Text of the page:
Mrs. Katharine Tynan Hinkson and Mr. George Wyndham never met, even though they once worked under the same roof at the National Observer early in their careers and they both highly revered their same hero  editor, W. E. Henley. She did ask Wyndham to visit on his way though Dublin in the autumn of 1912 but he never did, pleading the fast pace of a “Flying Dutchman.” Correspondingly, he asked if she would visit him to “look at pictures that would interest you, and at the downs…” and further reciprocated by asking her and her husband to attend the wedding of his son, Percy, on 17 April 1913, “but unfortunately we did not go, and I shall always regret it” (233/234). Less than two months later George Wyndham would be dead.

Prior to the wedding of Percy Wyndham, Tynan sent the son a wedding gift of one of AE’s (George Russell) paintings. Percy greatly appreciated its “Spirit of Ireland” which he felt it richly conveyed. Following the death of his father, Tynan also sent Percy poems and a letter which greatly touched him. On Christmas Day of 1913 he wrote that his father “often spoke of you to me and I loved your friendship…” adding that he wanted to send Tynan a special book of her choosing from his father’s library because “I know what a dear and uncommon friend you were to him, and I have long wanted to do this”(235). Before another Christmas would pass, Tynan received word that Percy was killed on 14 September 1914 while leading his platoon against the Germans. So ended Tynan’s last important link to Mr. George Wyndham. In 1916 she dedicated her book of Lord Edward: A Study in Romance (London: John Murray):


So this little inscribed book of Tynan’s A Little Book for John O’Mahony’s Friends, itself a tribute to her beloved Irish brother-in-law, has become through this unraveling of a tale much more than just another inscribed Mosher book. It was part of that chain of books sent by their author to her very dear friend. It was a book lovingly held by that same Mr. George Wyndham who likewise occupied her thoughts, and precipitated  her writing to “Mr. Wyndham from his friend the writer  Oct. 1912” perhaps just to “remind [him] of my existence” and which passed on to his son under whose stewardship the chain was finally broken. Now one can see why the book is to be valued. It stands as a testament of that “uncommon friendship” shared between these two who so dearly loved Ireland and who reveled in their mutual correspondence. The little volume now resides in its own place of honor in the Mosher collection here at the Bishopric.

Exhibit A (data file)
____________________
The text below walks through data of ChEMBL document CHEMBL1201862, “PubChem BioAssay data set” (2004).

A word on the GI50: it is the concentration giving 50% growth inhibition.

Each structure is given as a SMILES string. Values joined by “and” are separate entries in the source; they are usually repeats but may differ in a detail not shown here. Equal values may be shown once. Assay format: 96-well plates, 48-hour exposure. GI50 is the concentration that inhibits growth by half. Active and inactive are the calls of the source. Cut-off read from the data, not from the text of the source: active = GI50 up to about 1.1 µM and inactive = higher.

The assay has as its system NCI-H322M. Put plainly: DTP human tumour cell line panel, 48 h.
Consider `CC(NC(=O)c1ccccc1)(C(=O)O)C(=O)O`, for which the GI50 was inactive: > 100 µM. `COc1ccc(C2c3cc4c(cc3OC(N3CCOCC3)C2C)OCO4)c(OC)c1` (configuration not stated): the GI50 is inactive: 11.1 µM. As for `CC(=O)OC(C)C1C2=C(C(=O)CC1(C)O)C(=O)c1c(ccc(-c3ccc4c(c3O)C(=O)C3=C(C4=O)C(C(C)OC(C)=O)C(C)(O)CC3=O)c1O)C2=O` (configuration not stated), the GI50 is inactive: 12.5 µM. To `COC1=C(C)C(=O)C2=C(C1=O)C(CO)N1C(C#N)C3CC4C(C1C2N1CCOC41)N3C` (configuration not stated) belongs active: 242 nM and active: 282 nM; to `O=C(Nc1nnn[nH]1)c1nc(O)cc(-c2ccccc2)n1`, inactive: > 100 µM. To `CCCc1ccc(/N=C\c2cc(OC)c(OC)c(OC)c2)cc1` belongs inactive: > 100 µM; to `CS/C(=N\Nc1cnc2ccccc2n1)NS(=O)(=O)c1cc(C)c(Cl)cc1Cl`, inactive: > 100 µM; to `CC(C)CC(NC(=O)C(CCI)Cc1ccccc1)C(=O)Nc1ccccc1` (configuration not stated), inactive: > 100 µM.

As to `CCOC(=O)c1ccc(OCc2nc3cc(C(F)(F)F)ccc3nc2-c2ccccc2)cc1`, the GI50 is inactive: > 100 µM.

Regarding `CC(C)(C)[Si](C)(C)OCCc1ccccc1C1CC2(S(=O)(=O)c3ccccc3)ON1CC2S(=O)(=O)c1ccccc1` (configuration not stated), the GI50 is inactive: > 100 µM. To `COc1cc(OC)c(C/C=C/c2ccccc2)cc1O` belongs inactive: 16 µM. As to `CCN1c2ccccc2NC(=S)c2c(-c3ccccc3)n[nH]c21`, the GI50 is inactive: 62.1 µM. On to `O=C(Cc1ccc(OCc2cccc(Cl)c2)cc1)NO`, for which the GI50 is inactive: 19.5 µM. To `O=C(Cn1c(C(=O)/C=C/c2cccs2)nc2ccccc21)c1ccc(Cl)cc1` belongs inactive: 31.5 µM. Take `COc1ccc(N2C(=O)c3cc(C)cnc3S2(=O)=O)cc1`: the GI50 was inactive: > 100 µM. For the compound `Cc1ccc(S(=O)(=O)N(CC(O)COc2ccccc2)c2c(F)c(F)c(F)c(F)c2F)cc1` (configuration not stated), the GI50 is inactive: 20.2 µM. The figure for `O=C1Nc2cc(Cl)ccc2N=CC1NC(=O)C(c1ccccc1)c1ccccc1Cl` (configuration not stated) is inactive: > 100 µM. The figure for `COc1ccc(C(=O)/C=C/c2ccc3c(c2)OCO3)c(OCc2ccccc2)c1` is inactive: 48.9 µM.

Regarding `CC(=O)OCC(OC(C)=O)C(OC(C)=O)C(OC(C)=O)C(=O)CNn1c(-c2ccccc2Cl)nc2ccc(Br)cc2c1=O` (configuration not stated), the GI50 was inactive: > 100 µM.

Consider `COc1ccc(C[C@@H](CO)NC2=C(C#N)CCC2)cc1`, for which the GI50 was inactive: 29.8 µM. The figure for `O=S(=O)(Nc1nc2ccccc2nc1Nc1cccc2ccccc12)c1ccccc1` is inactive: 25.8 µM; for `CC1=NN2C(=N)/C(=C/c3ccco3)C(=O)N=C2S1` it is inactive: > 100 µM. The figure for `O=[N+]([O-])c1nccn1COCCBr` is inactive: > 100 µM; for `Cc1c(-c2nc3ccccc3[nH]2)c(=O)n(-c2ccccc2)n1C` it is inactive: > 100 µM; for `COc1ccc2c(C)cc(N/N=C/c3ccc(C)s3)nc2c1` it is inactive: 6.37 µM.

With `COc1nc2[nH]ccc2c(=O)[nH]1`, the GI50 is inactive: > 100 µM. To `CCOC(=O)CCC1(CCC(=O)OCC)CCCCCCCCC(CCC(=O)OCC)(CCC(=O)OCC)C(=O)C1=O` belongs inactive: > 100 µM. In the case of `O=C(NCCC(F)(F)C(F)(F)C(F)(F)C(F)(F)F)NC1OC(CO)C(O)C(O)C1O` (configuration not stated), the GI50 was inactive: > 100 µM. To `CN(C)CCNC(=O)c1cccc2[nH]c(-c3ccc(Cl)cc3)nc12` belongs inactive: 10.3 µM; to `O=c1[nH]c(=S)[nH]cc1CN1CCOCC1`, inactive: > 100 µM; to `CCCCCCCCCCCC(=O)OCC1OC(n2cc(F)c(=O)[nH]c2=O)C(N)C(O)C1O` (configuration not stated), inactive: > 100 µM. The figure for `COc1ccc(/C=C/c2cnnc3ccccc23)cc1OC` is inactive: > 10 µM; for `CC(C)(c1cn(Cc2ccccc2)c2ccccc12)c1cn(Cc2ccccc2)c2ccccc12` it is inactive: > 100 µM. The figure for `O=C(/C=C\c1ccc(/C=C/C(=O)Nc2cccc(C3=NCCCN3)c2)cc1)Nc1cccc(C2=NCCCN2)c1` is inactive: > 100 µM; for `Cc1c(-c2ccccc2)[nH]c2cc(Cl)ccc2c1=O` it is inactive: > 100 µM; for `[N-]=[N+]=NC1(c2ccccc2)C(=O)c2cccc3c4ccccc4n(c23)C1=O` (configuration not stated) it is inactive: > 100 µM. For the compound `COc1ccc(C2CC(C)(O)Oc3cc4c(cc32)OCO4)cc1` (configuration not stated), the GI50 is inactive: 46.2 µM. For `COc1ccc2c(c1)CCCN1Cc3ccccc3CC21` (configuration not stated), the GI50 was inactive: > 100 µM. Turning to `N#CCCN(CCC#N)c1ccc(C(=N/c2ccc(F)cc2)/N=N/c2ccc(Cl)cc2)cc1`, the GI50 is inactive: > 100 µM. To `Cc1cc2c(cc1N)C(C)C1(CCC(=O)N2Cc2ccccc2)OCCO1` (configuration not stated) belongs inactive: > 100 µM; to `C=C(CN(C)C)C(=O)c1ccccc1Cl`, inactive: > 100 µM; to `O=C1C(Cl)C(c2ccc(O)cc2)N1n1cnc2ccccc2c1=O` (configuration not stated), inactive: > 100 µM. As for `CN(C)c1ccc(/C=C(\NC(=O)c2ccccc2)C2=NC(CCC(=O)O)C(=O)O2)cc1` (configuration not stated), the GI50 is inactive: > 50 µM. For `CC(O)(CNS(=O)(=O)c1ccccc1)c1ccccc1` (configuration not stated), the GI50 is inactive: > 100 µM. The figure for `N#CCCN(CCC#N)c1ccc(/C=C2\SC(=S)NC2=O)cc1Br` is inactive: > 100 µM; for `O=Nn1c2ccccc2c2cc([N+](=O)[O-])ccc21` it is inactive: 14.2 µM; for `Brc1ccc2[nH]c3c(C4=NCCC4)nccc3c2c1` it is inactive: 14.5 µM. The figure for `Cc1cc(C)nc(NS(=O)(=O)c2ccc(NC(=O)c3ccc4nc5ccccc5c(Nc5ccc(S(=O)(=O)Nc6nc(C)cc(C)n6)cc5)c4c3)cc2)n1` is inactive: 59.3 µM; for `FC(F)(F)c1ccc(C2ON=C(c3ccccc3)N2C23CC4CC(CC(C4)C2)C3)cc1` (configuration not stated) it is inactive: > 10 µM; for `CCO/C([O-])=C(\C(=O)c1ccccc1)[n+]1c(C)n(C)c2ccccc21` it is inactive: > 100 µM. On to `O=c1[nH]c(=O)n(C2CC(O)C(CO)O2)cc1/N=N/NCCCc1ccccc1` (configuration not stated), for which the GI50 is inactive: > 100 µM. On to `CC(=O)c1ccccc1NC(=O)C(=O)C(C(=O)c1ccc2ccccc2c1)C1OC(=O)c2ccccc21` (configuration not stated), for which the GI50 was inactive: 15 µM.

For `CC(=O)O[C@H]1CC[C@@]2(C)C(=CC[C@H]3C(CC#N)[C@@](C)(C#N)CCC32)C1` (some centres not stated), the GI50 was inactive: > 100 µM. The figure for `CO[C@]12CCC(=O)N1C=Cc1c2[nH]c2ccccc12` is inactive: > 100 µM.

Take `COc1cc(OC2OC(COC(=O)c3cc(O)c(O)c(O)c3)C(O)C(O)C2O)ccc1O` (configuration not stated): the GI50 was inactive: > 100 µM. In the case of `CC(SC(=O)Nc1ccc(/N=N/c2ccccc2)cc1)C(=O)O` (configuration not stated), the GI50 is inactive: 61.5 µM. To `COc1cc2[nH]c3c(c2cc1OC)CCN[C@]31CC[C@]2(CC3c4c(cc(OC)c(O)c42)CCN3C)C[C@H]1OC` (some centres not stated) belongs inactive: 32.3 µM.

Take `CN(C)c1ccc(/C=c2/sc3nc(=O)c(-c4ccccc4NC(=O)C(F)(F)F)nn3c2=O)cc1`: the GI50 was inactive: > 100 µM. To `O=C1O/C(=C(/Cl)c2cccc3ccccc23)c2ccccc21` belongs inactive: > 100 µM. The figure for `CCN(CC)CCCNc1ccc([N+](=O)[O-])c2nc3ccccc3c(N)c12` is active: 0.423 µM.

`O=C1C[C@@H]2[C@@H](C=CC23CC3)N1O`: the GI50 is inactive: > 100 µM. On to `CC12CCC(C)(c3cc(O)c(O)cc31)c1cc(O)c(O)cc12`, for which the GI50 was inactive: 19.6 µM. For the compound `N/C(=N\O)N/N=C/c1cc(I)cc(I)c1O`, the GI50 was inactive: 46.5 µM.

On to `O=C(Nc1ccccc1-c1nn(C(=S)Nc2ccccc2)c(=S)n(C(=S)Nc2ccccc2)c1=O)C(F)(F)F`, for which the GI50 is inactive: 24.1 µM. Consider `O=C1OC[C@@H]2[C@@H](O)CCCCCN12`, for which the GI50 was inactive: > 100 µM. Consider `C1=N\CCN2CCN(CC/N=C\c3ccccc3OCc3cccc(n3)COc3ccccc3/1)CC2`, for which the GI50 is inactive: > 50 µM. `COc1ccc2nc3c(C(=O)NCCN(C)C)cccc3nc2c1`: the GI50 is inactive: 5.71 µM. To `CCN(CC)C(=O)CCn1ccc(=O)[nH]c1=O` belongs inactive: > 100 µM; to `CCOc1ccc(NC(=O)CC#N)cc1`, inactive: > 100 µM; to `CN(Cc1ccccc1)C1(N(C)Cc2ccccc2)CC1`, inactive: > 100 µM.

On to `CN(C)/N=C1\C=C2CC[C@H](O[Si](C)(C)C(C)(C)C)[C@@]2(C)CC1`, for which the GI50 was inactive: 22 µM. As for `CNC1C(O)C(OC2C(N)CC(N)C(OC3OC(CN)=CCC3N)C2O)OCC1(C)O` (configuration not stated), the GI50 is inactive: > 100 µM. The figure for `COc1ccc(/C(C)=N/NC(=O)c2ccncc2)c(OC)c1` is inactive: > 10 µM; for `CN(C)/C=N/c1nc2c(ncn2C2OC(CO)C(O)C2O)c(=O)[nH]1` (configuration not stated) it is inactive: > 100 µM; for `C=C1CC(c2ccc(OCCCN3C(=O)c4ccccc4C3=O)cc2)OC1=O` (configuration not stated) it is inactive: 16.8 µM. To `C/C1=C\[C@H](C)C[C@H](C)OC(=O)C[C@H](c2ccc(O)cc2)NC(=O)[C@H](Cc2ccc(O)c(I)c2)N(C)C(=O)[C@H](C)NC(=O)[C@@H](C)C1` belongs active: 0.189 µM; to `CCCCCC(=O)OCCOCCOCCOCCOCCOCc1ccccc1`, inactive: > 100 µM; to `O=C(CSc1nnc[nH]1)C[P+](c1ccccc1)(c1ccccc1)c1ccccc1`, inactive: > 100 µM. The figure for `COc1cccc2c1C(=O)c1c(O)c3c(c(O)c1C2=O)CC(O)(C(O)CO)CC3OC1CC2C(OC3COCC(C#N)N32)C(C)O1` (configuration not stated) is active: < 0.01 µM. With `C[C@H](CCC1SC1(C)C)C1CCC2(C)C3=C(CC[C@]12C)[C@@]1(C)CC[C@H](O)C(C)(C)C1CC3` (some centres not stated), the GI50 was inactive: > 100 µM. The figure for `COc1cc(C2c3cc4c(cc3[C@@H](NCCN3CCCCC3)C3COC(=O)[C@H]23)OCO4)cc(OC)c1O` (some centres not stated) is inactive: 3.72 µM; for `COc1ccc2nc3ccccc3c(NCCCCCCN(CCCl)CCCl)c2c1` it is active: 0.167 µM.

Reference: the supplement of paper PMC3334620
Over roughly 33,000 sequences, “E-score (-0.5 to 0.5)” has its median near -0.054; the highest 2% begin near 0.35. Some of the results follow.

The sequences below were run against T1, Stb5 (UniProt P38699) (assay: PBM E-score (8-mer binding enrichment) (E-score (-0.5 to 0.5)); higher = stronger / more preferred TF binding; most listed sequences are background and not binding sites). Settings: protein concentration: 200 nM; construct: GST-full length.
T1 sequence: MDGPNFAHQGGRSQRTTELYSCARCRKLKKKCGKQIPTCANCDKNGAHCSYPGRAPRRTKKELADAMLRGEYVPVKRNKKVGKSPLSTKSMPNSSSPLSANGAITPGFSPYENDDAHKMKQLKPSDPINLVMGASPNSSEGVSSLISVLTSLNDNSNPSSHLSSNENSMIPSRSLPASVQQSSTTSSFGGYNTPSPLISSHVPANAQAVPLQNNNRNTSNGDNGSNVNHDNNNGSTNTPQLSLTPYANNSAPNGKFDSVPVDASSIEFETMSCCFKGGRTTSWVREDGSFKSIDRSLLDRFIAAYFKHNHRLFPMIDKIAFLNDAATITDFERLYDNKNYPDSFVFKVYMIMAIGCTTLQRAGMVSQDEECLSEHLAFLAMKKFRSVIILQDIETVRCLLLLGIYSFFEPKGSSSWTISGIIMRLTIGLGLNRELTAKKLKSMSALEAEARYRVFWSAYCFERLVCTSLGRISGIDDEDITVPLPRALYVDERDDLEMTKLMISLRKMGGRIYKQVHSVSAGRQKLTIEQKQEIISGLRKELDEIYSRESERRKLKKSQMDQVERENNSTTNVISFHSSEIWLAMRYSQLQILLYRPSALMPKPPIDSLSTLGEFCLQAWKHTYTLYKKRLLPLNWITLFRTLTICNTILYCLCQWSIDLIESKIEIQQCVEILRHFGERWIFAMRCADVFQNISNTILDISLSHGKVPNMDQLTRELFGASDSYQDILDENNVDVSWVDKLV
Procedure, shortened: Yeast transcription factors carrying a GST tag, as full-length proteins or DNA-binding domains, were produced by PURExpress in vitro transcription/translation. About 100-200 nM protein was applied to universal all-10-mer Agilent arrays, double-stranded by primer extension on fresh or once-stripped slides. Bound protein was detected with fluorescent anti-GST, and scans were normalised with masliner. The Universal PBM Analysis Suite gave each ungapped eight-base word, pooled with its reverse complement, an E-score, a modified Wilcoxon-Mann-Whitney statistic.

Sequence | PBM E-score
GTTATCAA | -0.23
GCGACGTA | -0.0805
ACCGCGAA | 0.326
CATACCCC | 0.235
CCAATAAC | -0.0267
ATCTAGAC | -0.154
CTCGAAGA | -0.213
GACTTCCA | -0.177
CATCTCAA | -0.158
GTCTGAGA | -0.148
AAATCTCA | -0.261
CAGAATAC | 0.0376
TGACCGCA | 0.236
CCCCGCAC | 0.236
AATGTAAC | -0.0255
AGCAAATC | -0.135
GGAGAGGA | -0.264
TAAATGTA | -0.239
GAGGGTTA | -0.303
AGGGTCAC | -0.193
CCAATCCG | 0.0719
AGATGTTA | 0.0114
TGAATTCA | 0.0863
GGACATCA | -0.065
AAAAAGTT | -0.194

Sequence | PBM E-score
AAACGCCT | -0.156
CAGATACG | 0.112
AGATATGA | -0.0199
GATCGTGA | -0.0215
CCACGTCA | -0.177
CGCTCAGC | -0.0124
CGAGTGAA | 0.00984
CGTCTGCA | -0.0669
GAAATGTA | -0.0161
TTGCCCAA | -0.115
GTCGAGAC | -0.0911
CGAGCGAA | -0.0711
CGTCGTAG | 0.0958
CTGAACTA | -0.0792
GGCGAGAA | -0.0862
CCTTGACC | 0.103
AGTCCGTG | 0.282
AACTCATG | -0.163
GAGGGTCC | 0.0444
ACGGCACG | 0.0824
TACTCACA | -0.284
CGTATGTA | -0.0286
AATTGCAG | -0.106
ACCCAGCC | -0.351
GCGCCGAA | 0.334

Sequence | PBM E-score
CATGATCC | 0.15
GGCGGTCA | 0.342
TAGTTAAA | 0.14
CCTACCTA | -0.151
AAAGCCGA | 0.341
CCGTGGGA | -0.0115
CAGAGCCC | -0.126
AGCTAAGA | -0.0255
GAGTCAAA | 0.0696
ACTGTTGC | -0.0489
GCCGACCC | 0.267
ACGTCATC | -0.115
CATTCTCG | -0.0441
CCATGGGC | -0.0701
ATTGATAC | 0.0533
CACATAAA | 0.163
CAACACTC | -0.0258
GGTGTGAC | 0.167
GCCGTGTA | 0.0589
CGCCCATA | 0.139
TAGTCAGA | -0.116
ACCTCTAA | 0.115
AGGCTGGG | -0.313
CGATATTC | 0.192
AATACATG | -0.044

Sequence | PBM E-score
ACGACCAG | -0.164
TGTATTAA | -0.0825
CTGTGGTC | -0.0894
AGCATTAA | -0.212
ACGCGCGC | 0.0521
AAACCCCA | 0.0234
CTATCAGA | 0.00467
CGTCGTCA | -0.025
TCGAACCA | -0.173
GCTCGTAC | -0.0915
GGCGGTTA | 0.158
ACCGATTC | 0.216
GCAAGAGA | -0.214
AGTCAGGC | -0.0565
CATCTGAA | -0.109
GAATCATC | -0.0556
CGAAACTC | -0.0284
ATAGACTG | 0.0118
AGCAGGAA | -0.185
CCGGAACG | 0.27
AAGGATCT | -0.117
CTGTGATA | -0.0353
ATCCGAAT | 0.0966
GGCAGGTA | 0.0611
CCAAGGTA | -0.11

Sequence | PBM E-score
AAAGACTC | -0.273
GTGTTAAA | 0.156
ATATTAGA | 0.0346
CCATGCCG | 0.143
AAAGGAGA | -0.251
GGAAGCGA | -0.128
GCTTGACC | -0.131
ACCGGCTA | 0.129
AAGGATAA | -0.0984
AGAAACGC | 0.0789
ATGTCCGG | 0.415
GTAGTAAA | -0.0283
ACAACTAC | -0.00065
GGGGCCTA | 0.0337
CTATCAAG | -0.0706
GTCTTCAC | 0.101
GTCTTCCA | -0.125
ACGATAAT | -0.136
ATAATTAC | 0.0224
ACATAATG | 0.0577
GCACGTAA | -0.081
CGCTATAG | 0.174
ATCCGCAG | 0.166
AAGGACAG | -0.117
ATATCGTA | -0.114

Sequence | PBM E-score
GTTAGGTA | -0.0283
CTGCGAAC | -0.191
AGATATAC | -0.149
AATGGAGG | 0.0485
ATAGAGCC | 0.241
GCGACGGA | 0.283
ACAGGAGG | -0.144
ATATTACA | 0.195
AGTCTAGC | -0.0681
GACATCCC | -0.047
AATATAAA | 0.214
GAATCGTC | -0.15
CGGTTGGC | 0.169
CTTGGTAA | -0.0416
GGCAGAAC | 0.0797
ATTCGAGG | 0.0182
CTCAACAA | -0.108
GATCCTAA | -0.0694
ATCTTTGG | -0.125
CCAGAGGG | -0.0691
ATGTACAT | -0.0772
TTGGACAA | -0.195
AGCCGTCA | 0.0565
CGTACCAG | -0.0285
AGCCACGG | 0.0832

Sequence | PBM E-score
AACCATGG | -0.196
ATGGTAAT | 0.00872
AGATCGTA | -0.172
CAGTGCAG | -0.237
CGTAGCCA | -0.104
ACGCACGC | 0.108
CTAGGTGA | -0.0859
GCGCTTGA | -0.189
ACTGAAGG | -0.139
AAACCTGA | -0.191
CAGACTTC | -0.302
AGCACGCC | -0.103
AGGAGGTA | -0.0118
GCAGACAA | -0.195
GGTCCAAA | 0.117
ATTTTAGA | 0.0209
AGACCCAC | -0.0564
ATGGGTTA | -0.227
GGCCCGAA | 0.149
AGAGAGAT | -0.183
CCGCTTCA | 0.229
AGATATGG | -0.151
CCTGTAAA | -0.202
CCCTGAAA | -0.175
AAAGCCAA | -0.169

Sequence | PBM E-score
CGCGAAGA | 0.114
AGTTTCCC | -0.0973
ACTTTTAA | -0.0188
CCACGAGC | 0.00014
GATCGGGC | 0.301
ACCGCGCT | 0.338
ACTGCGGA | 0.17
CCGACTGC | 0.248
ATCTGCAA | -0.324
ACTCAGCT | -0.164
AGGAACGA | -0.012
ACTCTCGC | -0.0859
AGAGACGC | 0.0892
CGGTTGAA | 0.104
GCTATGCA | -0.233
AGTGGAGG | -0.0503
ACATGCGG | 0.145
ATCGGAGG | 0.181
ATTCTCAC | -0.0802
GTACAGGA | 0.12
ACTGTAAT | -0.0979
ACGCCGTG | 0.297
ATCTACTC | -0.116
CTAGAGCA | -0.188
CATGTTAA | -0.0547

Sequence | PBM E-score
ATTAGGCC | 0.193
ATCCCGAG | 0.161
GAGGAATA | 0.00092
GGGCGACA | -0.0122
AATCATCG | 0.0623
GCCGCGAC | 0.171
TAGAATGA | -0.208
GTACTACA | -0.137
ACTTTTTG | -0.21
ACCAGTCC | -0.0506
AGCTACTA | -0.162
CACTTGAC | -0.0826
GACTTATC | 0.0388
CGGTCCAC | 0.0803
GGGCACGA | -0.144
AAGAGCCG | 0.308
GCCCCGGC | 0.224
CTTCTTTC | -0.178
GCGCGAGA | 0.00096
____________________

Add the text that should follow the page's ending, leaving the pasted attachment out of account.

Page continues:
Philip R. Bishop
5 August 2004

This essay is Copyright © by Philip R. Bishop. Permission to reproduce the above article has been granted by Gordon Pfeiffer, president of the Delaware Bibliophiles and editor of that organization’s newsletter, Endpapers, in which the article appeared in the March 2005 issue. No portion of this article may be reproduced or redistributed without expressed written permission from both parties.